On the fateful Tuesday, the American people went to vote in droves and stood up against what many called the tyranny of the minority and created many historical landmarks in this year’s midterm election. And lo and behold, democracy strikes back in the land of the free. For the first time in American history, there was a record breaking number of women elected to public office with 110 women slated to be representing many states. To name a few are: Alexandra Ocasio-Cortez, who at 29 is the youngest person ever elected to Congress; Ayanna Pressley, the first African American woman from Massachusetts elected as a Congresswoman; Sharice Davids and Deb Haaland, the first Native American women ever elected to Congress and finally; Ilhan Omar and Rashida Tlaib, the first Muslim women ever elected to Congress.

Those women represent new, progressive voices in American politics that has been dominated since its inception by White men. Their success in beating the incumbents, many of whom are aging white men, symbolizes a new age of American democracy that undoubtedly will change the dynamics of American politics for years, and even generations, to come.

Furthermore, the newly elected Congress has now become the most diverse Congress in the United States history. More women are now part of the governing process instead of being governed, which is more than apt considering that more than half of the United States’ population is comprised of women. For the first time ever, more minorities are also taking charge of the administrative and policy directions of the country after centuries of being governed by someone who might have little to no understanding of the plights faced by people of color and minorities.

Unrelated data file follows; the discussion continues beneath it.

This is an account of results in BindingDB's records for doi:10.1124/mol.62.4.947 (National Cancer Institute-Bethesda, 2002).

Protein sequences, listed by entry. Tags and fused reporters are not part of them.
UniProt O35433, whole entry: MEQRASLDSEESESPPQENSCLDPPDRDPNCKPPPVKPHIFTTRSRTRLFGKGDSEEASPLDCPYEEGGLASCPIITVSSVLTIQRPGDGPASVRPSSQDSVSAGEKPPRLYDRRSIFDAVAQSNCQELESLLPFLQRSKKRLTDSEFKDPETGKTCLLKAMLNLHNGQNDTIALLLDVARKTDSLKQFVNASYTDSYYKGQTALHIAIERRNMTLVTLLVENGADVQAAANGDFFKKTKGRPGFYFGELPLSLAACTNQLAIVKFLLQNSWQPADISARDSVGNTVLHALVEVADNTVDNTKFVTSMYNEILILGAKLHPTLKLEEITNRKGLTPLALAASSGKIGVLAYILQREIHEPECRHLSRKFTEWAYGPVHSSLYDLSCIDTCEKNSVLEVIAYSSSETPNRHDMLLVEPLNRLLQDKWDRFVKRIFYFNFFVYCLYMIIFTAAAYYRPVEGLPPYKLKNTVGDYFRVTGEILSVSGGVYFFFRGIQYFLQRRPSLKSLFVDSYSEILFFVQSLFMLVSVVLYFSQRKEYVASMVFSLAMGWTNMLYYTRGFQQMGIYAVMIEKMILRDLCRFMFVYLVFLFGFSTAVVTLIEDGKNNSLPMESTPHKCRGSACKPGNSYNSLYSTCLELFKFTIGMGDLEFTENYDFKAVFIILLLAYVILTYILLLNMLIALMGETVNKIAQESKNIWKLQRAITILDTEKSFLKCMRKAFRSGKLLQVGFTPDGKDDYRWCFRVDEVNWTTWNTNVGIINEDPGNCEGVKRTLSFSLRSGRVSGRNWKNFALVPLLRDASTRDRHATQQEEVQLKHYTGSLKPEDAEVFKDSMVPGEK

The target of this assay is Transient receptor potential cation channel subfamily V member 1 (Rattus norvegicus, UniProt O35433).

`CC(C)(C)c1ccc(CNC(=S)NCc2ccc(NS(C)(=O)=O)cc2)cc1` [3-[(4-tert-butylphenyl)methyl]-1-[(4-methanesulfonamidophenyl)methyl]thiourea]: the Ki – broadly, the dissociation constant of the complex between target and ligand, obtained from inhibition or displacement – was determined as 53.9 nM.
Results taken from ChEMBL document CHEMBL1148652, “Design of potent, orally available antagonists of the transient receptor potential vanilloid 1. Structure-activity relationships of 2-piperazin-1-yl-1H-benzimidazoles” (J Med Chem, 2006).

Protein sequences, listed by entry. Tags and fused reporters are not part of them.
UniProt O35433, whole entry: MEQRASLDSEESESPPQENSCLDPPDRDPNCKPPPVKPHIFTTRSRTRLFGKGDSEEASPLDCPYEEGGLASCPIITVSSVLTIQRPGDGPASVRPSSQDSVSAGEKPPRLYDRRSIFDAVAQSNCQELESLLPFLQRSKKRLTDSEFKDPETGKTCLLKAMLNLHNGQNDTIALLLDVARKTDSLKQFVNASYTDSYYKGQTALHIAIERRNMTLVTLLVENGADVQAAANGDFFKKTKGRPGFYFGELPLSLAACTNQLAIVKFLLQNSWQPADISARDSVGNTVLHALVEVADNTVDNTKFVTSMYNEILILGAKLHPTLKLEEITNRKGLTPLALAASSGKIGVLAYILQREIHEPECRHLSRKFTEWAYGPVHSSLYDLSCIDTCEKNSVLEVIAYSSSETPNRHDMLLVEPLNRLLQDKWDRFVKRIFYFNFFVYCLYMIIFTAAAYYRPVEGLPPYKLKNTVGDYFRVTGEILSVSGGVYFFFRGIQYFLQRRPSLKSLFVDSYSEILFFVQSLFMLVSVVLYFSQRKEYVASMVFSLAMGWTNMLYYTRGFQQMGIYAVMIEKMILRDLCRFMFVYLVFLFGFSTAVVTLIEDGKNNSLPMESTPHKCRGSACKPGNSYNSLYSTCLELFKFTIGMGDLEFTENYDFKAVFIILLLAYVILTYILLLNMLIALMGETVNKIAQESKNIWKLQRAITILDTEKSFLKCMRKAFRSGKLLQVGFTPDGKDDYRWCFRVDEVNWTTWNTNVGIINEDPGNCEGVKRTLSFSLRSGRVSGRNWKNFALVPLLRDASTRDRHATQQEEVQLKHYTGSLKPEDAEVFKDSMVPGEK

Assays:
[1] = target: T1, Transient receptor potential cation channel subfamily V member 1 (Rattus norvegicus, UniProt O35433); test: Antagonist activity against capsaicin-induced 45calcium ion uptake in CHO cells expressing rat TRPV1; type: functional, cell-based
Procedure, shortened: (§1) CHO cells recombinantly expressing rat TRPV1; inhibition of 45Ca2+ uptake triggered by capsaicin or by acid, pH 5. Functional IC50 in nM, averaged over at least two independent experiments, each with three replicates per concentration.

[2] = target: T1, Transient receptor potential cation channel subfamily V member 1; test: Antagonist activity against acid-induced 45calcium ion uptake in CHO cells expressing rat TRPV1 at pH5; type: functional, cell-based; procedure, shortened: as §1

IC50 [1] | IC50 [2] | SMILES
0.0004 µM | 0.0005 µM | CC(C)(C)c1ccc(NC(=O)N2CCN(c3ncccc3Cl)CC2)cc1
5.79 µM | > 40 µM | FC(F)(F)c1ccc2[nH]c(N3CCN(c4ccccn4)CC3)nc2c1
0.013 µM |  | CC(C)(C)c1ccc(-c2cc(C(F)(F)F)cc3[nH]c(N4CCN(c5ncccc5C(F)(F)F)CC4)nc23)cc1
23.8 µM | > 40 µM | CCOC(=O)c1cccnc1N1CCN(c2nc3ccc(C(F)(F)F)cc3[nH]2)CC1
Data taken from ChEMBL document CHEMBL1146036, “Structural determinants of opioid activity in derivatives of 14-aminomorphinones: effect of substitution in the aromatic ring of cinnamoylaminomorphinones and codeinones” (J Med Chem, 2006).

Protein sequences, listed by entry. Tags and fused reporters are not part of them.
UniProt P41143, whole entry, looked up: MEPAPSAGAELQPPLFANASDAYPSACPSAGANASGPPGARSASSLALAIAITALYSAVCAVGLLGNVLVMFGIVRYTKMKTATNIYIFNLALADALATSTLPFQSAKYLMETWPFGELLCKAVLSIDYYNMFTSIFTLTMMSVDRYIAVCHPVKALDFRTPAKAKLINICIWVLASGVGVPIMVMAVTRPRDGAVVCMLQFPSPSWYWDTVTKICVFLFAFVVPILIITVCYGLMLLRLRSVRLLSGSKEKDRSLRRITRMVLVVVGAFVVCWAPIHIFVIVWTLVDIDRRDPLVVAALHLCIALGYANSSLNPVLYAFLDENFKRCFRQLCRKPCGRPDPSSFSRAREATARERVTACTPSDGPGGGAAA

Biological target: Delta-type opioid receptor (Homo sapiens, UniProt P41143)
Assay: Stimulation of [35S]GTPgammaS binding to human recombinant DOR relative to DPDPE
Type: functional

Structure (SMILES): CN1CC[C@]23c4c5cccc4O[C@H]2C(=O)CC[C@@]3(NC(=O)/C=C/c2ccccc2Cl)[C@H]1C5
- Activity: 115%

In short, the newly elected Congress are more representative of the current United States demographic than it has been in a long time. These changes and this ability to have your voices heard won’t be possible under the auspices of any other form of governance but democracy. Though we must acknowledge that democracy is an imperfect system with a lot of pitfalls and weaknesses, it is still the least worst form of governance. One could argue that the American democracy, with its antiquated Electoral College, elected a president who lost the popular vote and whose administration has seen more resistance than any other administrations that came before it. But democracy also gave the American people such as Ilhan Omar, a Muslim Somali refugee, and Rashida Tlaib, a Palestinian-American attorney, as representatives who will champion healthcare and immigration reform, two of the most important issues for the voters. Hillary Clinton may have failed in breaking the glass ceiling of the presidency, but the victory gained by these women showed that the fight isn’t over yet.

Democracy works. But it will only work if everyone involved in it participate and make their voices heard. During the campaign trail, so many of the people running for office said that “democracy is not a spectator sport”, and indeed it is not. By definition, democracy is a form of governance by the whole population or all the eligible members of a state. This implies that the whole population of the country should take part in its process, instead of watching from the sidelines. The United States of America and its people have learned the hard way the importance of voting and how susceptible their democracy was. If Indonesians also want to keep their democracy, and at the same time their most cherished independence, then come 2019 they better vote as if their lives are dependent on it.

*) PhD candidate
Zaragoza Lab
UCI Cardiogenomics Clinical and Research Program
Department of Biological Chemistry
The University of California, Irvine, School of Medicine